Superhuman Intelligence – The ability to have intelligence quotient far above that of a genius level. This ability can be so evolved that its user can gain psionic abilities and resist both mind control and other psionic attacks.
The Brainiac 5 (DC) is a superhero that has this power in the DC universe (DC Who’s Who V1 #3).
The Leader (Marvel) is supervillain that has this power in the Marvel universe.
They are both green of course so there is a certain symmetry between these characters.
Both Brainiac 5 and the Leader show a high understanding of science but not necessarily of people. Brainiac 5 and the Leader would score high on a standard IQ test but not necessarily very high in a test of multiple intelligences. In particular, characters with superhuman intelligence would score normal or even below normal in the areas of interpersonal intelligence (social skills) and intrapersonal intelligence (introspection).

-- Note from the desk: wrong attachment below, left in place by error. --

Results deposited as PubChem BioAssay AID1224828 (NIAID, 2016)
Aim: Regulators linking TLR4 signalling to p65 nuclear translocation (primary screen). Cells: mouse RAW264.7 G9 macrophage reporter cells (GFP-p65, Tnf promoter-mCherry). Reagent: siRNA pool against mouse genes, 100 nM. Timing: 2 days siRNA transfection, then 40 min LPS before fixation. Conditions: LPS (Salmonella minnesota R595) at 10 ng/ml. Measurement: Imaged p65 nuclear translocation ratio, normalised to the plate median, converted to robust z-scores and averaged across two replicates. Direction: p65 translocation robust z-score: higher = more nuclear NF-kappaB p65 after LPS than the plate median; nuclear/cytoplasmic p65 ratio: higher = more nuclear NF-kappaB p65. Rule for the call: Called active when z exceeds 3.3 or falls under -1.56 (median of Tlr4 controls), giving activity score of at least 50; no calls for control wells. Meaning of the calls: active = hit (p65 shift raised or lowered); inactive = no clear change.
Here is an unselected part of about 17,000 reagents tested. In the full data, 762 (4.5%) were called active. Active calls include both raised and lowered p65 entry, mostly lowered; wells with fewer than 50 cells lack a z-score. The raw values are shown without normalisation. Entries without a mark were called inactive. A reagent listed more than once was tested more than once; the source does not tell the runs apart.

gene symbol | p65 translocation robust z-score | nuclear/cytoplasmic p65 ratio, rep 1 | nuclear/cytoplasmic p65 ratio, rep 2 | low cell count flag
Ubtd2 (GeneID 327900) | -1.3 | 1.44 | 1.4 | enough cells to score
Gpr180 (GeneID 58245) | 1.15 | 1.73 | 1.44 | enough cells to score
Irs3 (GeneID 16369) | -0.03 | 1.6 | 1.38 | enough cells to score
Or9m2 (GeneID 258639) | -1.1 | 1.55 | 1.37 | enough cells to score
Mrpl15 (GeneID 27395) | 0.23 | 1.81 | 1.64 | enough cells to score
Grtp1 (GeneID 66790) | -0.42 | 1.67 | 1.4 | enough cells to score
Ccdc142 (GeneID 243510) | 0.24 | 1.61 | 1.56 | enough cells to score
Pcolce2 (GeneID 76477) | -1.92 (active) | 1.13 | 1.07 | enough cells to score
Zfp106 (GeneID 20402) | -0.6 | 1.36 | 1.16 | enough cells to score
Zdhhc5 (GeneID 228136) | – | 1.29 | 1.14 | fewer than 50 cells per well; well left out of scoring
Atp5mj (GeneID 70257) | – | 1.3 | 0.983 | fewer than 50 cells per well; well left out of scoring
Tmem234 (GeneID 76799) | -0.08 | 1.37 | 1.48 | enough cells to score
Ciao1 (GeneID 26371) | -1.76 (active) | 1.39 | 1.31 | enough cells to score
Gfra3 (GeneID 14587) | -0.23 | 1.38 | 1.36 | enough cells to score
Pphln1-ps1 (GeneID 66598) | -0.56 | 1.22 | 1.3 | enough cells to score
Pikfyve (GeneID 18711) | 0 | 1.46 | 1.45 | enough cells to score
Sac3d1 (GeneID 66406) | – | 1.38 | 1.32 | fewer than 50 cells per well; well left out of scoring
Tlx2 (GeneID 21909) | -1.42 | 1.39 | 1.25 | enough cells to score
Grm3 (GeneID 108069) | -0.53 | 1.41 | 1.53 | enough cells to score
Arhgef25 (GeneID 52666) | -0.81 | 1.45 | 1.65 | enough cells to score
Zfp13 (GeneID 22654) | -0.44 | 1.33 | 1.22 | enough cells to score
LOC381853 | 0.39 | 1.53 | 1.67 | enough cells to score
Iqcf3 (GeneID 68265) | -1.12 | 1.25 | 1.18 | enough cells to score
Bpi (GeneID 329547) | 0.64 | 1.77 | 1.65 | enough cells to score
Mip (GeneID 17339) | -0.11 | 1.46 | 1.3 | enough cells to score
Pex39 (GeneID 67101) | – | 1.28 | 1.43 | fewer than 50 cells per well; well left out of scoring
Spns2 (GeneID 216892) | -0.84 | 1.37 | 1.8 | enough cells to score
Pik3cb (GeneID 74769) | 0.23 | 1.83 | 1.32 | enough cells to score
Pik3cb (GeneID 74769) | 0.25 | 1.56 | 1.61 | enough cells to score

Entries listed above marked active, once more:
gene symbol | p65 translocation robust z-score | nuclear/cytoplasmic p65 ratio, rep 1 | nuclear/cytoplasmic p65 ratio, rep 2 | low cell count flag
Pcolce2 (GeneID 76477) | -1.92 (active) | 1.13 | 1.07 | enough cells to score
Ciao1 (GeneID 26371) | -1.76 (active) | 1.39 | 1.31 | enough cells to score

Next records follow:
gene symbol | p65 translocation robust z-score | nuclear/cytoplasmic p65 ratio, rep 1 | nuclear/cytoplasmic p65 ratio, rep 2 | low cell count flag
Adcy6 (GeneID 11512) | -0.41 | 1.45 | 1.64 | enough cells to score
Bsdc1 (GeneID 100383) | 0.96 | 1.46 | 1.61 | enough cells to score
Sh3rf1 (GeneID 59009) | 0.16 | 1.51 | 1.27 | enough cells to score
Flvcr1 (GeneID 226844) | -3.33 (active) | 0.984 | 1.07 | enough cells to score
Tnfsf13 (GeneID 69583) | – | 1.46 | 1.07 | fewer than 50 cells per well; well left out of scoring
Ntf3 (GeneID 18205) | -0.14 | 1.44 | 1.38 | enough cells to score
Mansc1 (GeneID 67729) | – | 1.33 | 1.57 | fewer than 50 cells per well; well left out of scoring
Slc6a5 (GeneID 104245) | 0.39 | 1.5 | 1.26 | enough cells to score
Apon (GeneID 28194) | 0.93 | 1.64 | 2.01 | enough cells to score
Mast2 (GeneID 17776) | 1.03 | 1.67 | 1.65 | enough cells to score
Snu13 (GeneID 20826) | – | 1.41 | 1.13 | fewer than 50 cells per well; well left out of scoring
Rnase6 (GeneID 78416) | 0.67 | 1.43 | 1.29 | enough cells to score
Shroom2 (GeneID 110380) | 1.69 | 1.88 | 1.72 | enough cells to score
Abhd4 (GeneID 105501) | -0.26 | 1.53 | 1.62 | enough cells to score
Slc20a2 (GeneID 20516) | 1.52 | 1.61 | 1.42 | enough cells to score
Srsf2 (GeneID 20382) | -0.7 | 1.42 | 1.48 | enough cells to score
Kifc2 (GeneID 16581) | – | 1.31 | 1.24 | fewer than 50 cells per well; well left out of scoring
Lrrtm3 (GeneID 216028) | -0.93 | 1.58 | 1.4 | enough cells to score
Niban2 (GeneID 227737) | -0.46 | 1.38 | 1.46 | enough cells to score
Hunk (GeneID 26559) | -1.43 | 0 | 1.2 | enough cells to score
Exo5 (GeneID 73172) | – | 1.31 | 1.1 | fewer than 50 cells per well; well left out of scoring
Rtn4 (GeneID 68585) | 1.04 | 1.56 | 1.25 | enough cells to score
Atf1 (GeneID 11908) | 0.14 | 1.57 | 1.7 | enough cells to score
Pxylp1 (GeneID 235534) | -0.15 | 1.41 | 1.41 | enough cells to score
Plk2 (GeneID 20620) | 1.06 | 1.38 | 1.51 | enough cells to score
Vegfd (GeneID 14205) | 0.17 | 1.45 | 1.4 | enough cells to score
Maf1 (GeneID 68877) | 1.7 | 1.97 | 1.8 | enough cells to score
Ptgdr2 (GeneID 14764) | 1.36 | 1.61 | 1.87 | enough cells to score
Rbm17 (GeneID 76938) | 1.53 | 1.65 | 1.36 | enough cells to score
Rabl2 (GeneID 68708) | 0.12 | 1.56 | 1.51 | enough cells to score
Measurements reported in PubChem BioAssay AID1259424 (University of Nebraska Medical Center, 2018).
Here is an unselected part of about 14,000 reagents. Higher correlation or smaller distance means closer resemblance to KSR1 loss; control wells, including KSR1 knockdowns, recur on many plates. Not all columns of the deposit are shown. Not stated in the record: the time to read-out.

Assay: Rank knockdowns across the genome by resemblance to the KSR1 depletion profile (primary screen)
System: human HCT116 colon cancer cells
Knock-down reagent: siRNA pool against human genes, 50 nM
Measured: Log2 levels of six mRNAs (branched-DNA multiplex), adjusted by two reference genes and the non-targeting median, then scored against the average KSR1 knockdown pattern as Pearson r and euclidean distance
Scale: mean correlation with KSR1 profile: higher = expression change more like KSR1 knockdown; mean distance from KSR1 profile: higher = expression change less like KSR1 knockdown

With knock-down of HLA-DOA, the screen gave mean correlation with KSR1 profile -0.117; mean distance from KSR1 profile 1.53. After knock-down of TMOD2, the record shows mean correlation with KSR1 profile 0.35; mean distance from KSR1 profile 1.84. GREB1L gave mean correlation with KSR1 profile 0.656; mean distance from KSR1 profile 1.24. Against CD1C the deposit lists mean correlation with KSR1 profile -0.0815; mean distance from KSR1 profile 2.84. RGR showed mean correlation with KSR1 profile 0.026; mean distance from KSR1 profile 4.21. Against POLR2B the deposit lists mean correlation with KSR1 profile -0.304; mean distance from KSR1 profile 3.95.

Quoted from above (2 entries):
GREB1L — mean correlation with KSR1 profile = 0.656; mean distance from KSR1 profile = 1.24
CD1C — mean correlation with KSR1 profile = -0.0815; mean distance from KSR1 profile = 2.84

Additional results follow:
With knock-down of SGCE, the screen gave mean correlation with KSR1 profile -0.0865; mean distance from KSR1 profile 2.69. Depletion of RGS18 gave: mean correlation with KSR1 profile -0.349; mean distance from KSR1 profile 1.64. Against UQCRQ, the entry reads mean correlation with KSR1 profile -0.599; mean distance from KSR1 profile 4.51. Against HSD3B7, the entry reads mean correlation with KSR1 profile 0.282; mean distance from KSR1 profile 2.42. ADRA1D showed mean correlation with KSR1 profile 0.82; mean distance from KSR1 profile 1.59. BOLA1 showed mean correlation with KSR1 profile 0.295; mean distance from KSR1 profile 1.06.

Brainiac 5 suffers from mental illness because of a repressed memory of being abandoned by his mother as an infant. Brainiac 5 logically thinks that memory should be repressed, contrary to just about every theory of psychotherapy, in Legion of Super-Heroes V4 #77. This shows that Brainiac 5 might be a genius in some areas but has very low intrapersonal intelligence even if this lack of insight is a deliberate choice.
Brainiac 5 was better off being abandoned by mother since the readers later find that only mass murder makes Brainiac 5’s mom feel good (Legion of Super-Heroes V4 #108). The mother is obviously not very adept at managing her emotions in a socially acceptable manner! Yet another instance of how super intelligence may cause a deficit in Emotional Intelligence (EQ) in comic books.